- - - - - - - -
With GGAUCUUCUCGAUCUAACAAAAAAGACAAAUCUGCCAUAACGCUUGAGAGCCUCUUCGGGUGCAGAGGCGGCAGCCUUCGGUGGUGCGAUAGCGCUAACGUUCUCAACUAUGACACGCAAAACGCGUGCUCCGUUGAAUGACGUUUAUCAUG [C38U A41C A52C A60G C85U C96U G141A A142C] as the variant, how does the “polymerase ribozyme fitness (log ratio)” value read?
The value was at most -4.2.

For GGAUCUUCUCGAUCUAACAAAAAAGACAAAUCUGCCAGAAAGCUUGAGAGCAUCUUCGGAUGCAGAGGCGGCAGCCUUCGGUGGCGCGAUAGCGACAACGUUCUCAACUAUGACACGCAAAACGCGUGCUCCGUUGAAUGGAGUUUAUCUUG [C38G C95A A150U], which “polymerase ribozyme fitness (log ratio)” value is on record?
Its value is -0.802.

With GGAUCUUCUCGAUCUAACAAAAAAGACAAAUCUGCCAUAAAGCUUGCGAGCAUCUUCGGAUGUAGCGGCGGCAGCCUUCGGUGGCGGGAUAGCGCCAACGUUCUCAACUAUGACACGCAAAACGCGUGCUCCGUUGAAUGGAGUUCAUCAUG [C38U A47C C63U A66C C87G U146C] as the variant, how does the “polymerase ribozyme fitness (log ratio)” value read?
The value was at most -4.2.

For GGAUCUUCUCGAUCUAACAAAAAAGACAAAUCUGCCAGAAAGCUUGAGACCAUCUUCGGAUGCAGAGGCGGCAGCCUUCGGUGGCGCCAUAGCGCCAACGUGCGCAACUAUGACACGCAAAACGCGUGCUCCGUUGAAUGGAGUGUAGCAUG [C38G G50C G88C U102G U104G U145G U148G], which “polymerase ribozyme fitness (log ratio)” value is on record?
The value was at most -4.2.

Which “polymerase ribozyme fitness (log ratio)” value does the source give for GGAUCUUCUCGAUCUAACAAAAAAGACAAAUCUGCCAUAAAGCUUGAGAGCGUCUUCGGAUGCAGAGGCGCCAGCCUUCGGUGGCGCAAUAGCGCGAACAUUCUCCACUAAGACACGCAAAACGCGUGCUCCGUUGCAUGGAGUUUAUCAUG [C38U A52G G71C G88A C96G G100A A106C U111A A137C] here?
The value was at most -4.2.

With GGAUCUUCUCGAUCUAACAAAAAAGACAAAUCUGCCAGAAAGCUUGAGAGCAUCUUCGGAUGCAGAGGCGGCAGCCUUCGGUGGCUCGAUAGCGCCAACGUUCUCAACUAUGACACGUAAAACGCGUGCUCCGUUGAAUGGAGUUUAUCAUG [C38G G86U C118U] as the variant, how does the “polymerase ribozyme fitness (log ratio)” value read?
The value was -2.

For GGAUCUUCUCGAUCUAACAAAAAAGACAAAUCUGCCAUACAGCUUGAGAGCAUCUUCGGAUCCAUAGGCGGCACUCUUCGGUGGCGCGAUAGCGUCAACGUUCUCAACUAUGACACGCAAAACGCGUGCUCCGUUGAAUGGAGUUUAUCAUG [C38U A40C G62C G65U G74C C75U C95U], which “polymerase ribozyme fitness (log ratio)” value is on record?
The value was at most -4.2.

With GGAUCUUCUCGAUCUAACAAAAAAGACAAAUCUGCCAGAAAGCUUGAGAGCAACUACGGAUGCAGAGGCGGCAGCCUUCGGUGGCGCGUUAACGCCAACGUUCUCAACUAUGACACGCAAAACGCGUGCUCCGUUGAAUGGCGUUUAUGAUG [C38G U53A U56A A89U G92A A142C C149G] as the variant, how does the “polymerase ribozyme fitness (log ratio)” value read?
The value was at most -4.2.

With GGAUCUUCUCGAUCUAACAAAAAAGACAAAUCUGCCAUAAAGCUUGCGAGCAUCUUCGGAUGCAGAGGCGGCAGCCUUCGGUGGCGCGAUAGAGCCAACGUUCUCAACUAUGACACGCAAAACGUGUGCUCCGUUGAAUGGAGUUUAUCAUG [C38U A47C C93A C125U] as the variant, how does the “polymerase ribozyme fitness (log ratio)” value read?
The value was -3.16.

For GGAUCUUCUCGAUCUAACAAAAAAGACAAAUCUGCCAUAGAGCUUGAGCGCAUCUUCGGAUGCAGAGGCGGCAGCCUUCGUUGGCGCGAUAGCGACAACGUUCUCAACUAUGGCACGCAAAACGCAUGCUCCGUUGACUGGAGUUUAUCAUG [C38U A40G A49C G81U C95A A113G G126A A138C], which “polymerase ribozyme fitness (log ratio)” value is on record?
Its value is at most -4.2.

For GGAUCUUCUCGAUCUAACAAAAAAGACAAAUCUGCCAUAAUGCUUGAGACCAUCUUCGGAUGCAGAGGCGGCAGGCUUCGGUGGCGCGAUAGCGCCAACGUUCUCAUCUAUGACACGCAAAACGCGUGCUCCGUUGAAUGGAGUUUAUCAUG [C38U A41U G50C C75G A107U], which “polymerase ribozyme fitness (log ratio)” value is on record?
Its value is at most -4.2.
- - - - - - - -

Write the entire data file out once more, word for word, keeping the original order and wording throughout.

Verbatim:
With GGAUCUUCUCGAUCUAACAAAAAAGACAAAUCUGCCAUAACGCUUGAGAGCCUCUUCGGGUGCAGAGGCGGCAGCCUUCGGUGGUGCGAUAGCGCUAACGUUCUCAACUAUGACACGCAAAACGCGUGCUCCGUUGAAUGACGUUUAUCAUG [C38U A41C A52C A60G C85U C96U G141A A142C] as the variant, how does the “polymerase ribozyme fitness (log ratio)” value read?
The value was at most -4.2.

For GGAUCUUCUCGAUCUAACAAAAAAGACAAAUCUGCCAGAAAGCUUGAGAGCAUCUUCGGAUGCAGAGGCGGCAGCCUUCGGUGGCGCGAUAGCGACAACGUUCUCAACUAUGACACGCAAAACGCGUGCUCCGUUGAAUGGAGUUUAUCUUG [C38G C95A A150U], which “polymerase ribozyme fitness (log ratio)” value is on record?
Its value is -0.802.

With GGAUCUUCUCGAUCUAACAAAAAAGACAAAUCUGCCAUAAAGCUUGCGAGCAUCUUCGGAUGUAGCGGCGGCAGCCUUCGGUGGCGGGAUAGCGCCAACGUUCUCAACUAUGACACGCAAAACGCGUGCUCCGUUGAAUGGAGUUCAUCAUG [C38U A47C C63U A66C C87G U146C] as the variant, how does the “polymerase ribozyme fitness (log ratio)” value read?
The value was at most -4.2.

For GGAUCUUCUCGAUCUAACAAAAAAGACAAAUCUGCCAGAAAGCUUGAGACCAUCUUCGGAUGCAGAGGCGGCAGCCUUCGGUGGCGCCAUAGCGCCAACGUGCGCAACUAUGACACGCAAAACGCGUGCUCCGUUGAAUGGAGUGUAGCAUG [C38G G50C G88C U102G U104G U145G U148G], which “polymerase ribozyme fitness (log ratio)” value is on record?
The value was at most -4.2.

Which “polymerase ribozyme fitness (log ratio)” value does the source give for GGAUCUUCUCGAUCUAACAAAAAAGACAAAUCUGCCAUAAAGCUUGAGAGCGUCUUCGGAUGCAGAGGCGCCAGCCUUCGGUGGCGCAAUAGCGCGAACAUUCUCCACUAAGACACGCAAAACGCGUGCUCCGUUGCAUGGAGUUUAUCAUG [C38U A52G G71C G88A C96G G100A A106C U111A A137C] here?
The value was at most -4.2.

With GGAUCUUCUCGAUCUAACAAAAAAGACAAAUCUGCCAGAAAGCUUGAGAGCAUCUUCGGAUGCAGAGGCGGCAGCCUUCGGUGGCUCGAUAGCGCCAACGUUCUCAACUAUGACACGUAAAACGCGUGCUCCGUUGAAUGGAGUUUAUCAUG [C38G G86U C118U] as the variant, how does the “polymerase ribozyme fitness (log ratio)” value read?
The value was -2.

For GGAUCUUCUCGAUCUAACAAAAAAGACAAAUCUGCCAUACAGCUUGAGAGCAUCUUCGGAUCCAUAGGCGGCACUCUUCGGUGGCGCGAUAGCGUCAACGUUCUCAACUAUGACACGCAAAACGCGUGCUCCGUUGAAUGGAGUUUAUCAUG [C38U A40C G62C G65U G74C C75U C95U], which “polymerase ribozyme fitness (log ratio)” value is on record?
The value was at most -4.2.

With GGAUCUUCUCGAUCUAACAAAAAAGACAAAUCUGCCAGAAAGCUUGAGAGCAACUACGGAUGCAGAGGCGGCAGCCUUCGGUGGCGCGUUAACGCCAACGUUCUCAACUAUGACACGCAAAACGCGUGCUCCGUUGAAUGGCGUUUAUGAUG [C38G U53A U56A A89U G92A A142C C149G] as the variant, how does the “polymerase ribozyme fitness (log ratio)” value read?
The value was at most -4.2.

With GGAUCUUCUCGAUCUAACAAAAAAGACAAAUCUGCCAUAAAGCUUGCGAGCAUCUUCGGAUGCAGAGGCGGCAGCCUUCGGUGGCGCGAUAGAGCCAACGUUCUCAACUAUGACACGCAAAACGUGUGCUCCGUUGAAUGGAGUUUAUCAUG [C38U A47C C93A C125U] as the variant, how does the “polymerase ribozyme fitness (log ratio)” value read?
The value was -3.16.

For GGAUCUUCUCGAUCUAACAAAAAAGACAAAUCUGCCAUAGAGCUUGAGCGCAUCUUCGGAUGCAGAGGCGGCAGCCUUCGUUGGCGCGAUAGCGACAACGUUCUCAACUAUGGCACGCAAAACGCAUGCUCCGUUGACUGGAGUUUAUCAUG [C38U A40G A49C G81U C95A A113G G126A A138C], which “polymerase ribozyme fitness (log ratio)” value is on record?
Its value is at most -4.2.

For GGAUCUUCUCGAUCUAACAAAAAAGACAAAUCUGCCAUAAUGCUUGAGACCAUCUUCGGAUGCAGAGGCGGCAGGCUUCGGUGGCGCGAUAGCGCCAACGUUCUCAUCUAUGACACGCAAAACGCGUGCUCCGUUGAAUGGAGUUUAUCAUG [C38U A41U G50C C75G A107U], which “polymerase ribozyme fitness (log ratio)” value is on record?
Its value is at most -4.2.